August 8, 2008
August 8, 2008 - Two private agricultural research firms are predicting the 2008 corn crop will be the second largest in history, despite lower planted acreage and early season floods.
With the cost of feeding livestock the main market driver this year, the meat industry is paying more attention than usual to the size of this year's crops.
The U.S. Department of Agriculture will make its first corn and soybean crop estimates based on actual field surveys on Aug. 12. Ahead of that report, private forecasters this week have begun to issue their own estimates.
One estimate is that of Informa Economics, a private agricultural research consulting firm. According to a media report attributed to sources familiar with the firm's estimates, Informa is forecasting the U.S. corn crop at 12.33 billion bushels, based on an average yield of 155.4 bushels per acre. That would put the U.S. corn crop below last year's record 13.1 billion bushels but ahead of the previous record set in 2004 at 11.8 billion bushels.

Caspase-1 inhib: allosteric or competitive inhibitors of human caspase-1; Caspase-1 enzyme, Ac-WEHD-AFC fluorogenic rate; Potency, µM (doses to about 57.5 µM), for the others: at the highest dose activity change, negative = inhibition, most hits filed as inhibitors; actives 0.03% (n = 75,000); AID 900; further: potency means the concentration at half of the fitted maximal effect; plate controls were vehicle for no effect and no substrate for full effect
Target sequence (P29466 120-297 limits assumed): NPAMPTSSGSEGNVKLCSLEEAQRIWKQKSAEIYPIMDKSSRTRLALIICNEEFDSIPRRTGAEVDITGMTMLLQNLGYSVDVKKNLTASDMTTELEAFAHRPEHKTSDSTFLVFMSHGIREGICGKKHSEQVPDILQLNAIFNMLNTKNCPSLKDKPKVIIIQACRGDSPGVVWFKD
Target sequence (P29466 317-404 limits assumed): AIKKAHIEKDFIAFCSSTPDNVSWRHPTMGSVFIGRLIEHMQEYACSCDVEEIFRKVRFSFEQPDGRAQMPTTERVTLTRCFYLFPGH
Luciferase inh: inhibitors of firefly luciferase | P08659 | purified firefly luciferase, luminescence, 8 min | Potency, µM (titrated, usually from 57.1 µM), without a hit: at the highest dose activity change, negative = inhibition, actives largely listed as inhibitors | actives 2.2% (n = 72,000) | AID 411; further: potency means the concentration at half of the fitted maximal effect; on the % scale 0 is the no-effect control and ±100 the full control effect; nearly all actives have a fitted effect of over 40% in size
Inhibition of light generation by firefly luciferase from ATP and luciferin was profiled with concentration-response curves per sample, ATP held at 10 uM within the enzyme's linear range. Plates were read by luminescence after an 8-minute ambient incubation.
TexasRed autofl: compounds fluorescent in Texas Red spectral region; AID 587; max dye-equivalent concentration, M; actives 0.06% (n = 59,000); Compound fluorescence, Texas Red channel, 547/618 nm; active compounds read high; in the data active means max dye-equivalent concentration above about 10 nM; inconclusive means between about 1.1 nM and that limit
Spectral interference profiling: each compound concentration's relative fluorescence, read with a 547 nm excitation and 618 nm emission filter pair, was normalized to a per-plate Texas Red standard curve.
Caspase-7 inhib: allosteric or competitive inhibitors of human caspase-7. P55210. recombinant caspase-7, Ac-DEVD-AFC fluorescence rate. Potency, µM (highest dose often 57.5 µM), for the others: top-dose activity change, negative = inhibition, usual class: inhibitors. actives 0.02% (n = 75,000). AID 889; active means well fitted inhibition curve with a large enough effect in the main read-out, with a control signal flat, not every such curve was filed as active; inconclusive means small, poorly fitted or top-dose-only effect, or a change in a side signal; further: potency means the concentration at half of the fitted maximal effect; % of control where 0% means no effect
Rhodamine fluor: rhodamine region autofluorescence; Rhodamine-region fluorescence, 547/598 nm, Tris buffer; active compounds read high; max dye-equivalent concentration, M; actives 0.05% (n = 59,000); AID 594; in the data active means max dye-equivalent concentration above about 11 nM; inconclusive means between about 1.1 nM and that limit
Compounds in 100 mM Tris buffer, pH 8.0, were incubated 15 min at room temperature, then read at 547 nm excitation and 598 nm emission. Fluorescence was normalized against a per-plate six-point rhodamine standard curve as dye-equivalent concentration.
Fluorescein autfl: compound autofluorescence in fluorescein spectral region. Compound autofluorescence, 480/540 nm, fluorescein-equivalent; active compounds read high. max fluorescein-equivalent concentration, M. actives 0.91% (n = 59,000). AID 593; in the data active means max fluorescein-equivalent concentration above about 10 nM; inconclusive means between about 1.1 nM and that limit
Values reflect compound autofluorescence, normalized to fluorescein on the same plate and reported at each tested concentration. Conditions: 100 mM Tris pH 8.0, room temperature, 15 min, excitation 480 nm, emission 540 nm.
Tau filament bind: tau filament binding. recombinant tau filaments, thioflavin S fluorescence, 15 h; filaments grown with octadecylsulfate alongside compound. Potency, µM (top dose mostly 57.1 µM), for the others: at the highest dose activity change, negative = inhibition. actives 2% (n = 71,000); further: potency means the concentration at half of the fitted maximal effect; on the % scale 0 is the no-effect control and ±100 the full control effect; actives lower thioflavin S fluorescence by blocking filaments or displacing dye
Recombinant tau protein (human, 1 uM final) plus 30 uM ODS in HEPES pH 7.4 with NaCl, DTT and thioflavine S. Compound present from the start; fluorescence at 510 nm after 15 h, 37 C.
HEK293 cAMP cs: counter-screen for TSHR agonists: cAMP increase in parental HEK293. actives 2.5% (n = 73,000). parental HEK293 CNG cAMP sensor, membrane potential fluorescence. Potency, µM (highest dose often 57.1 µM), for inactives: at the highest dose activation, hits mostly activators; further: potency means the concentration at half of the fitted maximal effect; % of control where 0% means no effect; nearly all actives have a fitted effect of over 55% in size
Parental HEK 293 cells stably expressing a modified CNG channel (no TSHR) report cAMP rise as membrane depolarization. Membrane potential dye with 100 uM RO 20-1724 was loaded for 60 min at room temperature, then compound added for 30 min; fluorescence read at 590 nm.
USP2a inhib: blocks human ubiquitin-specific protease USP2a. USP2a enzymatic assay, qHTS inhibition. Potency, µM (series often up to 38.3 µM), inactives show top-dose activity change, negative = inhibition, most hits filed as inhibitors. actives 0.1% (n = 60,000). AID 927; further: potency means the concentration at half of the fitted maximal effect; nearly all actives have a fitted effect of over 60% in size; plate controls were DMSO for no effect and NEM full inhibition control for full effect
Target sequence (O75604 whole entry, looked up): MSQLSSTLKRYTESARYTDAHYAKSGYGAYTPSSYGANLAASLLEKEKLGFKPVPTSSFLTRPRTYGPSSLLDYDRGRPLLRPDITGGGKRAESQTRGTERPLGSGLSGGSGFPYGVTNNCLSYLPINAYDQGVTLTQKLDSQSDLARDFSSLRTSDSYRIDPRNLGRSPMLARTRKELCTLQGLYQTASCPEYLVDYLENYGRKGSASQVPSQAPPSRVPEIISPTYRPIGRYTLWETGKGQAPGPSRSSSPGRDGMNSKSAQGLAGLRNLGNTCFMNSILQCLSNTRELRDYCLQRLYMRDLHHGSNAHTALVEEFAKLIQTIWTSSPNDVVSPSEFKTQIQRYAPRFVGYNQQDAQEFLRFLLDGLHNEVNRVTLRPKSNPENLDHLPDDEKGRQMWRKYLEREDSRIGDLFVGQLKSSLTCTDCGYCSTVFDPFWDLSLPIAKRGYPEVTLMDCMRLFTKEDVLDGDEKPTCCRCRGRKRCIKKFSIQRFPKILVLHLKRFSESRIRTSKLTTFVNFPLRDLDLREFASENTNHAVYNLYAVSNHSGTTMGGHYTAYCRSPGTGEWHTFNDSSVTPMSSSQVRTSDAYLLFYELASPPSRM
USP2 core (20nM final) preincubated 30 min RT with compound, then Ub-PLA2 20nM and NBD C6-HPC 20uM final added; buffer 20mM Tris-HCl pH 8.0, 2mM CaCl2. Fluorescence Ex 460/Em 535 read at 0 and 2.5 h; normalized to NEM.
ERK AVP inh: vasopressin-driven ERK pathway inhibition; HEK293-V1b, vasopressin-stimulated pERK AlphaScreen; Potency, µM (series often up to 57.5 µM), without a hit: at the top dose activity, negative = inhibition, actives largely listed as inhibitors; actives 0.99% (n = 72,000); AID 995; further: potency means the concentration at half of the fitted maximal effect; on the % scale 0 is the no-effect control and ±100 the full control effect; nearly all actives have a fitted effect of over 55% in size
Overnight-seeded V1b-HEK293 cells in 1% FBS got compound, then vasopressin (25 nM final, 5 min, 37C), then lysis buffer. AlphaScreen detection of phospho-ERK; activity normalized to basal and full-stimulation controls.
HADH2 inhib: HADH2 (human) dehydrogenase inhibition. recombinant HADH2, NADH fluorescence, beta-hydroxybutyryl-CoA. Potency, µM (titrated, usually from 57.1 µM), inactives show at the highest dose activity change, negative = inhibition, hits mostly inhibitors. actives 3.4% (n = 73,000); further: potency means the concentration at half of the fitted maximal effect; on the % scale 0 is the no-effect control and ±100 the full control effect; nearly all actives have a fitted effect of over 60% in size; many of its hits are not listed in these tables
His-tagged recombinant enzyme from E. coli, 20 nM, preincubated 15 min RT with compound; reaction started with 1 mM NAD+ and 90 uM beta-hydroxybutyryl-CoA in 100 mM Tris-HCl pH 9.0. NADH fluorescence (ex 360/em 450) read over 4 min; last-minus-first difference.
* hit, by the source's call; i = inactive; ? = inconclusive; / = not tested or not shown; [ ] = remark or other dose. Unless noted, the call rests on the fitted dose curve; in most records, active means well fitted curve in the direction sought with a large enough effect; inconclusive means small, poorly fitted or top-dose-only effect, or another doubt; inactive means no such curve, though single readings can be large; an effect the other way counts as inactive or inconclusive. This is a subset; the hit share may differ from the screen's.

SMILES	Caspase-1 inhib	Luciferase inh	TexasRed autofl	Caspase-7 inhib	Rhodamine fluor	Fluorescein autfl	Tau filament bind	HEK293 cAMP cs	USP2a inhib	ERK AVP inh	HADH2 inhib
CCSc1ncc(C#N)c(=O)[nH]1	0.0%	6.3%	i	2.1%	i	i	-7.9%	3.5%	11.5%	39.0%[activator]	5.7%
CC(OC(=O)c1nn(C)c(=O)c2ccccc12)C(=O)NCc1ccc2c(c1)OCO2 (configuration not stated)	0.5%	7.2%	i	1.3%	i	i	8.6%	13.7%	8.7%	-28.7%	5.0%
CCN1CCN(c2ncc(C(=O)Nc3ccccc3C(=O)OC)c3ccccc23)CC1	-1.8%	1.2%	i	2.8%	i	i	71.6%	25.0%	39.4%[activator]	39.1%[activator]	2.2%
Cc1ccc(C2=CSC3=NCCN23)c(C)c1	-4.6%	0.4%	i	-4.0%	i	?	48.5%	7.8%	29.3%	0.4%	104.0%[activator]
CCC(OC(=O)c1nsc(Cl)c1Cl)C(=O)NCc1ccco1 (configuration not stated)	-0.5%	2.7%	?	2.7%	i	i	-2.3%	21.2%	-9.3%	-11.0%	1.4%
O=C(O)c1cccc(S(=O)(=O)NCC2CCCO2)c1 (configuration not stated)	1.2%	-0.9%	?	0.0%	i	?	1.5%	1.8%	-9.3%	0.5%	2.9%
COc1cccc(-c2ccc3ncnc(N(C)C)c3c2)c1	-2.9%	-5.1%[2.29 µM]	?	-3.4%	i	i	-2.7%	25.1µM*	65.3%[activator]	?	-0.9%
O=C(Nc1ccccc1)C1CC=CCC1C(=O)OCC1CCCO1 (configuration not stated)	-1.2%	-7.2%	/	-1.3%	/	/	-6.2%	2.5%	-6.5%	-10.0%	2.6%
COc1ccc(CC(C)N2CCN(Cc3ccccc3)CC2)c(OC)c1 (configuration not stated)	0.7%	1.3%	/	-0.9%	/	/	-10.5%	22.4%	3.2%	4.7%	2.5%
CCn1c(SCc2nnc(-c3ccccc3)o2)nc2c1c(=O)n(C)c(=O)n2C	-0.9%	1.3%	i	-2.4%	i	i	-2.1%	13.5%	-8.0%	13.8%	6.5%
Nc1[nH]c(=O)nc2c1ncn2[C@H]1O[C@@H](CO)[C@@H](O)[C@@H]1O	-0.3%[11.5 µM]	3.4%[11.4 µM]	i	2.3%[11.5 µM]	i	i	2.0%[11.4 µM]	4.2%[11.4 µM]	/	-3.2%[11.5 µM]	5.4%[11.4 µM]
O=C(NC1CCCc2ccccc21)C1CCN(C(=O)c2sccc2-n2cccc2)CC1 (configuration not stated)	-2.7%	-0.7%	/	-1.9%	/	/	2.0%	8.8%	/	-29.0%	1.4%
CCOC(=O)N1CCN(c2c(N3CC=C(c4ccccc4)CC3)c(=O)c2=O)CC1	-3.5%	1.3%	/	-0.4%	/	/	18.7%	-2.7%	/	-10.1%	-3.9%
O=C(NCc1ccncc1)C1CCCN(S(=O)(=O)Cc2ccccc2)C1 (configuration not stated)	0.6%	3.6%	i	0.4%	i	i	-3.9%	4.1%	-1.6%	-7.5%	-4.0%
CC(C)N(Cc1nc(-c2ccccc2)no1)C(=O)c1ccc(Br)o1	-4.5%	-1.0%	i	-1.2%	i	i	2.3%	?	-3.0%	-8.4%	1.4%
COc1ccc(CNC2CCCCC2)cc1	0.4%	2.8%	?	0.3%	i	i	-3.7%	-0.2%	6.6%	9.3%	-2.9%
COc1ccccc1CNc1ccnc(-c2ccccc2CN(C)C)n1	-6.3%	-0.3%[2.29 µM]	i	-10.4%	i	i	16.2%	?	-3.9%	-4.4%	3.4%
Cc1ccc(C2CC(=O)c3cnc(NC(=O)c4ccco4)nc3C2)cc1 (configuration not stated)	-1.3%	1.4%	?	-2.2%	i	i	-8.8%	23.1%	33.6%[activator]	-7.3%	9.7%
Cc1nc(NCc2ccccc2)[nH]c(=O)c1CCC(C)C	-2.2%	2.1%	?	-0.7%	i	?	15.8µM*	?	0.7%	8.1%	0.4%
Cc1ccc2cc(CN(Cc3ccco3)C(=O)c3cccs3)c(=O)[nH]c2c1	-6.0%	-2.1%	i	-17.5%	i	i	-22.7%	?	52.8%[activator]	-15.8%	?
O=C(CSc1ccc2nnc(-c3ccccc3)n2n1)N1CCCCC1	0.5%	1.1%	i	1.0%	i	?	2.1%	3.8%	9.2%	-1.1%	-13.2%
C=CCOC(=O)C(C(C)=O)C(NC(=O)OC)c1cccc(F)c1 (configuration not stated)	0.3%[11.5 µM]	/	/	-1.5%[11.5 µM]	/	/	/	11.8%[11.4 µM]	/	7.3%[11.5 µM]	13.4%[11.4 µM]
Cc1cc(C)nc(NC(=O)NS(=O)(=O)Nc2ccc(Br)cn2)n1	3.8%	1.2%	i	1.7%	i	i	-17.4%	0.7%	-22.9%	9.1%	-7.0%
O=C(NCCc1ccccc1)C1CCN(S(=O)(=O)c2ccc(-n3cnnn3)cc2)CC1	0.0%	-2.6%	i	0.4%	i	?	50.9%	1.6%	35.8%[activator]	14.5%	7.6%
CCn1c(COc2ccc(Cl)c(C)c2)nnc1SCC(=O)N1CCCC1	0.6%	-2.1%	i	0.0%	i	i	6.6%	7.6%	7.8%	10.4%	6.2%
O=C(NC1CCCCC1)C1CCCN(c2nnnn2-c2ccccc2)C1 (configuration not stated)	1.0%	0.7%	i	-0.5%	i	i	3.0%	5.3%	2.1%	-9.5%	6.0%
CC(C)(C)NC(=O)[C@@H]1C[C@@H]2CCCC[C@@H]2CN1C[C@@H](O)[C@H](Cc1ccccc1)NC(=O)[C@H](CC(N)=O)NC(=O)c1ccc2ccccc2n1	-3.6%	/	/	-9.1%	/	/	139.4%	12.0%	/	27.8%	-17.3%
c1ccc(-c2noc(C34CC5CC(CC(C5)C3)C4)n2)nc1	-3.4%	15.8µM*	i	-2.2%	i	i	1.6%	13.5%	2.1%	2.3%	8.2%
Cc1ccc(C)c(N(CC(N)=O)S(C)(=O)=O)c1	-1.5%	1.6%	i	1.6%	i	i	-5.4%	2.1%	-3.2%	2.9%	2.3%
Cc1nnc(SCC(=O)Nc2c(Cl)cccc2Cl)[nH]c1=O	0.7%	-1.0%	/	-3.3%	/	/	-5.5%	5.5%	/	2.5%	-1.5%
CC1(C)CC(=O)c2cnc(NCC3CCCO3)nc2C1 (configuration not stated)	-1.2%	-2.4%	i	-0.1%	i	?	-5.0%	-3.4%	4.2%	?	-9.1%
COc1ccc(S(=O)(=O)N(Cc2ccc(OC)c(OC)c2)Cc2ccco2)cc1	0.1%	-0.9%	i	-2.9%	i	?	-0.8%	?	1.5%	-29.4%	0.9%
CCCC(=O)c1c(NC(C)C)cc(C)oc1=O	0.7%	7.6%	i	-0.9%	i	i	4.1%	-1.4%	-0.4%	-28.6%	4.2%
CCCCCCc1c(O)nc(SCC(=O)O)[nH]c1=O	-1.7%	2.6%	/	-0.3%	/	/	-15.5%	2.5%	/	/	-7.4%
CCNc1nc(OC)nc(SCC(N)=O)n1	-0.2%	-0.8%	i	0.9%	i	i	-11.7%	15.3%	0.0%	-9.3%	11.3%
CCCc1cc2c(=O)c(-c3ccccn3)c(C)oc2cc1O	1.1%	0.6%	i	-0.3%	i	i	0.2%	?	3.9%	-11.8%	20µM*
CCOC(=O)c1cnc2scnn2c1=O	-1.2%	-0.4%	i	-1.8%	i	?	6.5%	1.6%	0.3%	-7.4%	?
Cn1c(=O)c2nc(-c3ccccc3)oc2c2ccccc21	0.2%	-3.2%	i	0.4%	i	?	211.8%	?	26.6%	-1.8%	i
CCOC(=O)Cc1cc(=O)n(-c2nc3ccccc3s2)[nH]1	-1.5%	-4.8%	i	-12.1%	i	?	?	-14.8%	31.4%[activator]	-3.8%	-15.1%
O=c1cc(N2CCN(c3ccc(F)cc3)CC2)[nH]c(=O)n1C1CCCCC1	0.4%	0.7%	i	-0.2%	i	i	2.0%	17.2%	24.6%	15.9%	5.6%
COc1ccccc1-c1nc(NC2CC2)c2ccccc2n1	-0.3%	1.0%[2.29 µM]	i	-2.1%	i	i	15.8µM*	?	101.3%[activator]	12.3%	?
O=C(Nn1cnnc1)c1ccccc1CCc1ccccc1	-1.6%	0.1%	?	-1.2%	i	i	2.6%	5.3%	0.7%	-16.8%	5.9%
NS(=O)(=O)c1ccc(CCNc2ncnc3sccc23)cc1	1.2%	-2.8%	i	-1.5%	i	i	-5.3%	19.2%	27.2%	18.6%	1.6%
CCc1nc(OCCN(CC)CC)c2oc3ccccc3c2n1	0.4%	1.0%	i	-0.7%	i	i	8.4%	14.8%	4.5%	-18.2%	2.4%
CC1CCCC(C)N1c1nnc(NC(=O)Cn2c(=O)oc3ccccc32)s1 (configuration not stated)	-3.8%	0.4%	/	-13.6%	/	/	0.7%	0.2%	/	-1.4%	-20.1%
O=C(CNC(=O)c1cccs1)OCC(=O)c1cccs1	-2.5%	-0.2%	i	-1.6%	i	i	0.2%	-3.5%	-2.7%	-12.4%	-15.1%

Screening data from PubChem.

Brokerage firm FC Stone also reportedly sees the 2008 corn crop as the second largest ever, forecasting 12.197 billion bushels on an average yield of 154.5 bushels per acre.
Informa put the U.S. soybean crop at 3.054 billion bushels, based on an average yield of 42 bushels per acre. FC Stone pegged the soybean crop at 2.993 billion bushels with an average yield of 40.5 bushels per acre.
In 2007, the U.S. soybean crop fell to 2.6 billion bushels from a record 3.2 billion bushels in 2006, as acres shifted from soybeans to corn to meet ethanol demand. This year, some of those acres shifted back to soybeans.
As crop conditions have improved over the summer, corn and soybean prices have dropped in recent weeks, but still remain well above what it cost to feed livestock a year ago. The wild card remains how well the crops can continue to make up lost time from a late start. Reprinted in part from meatingplace.com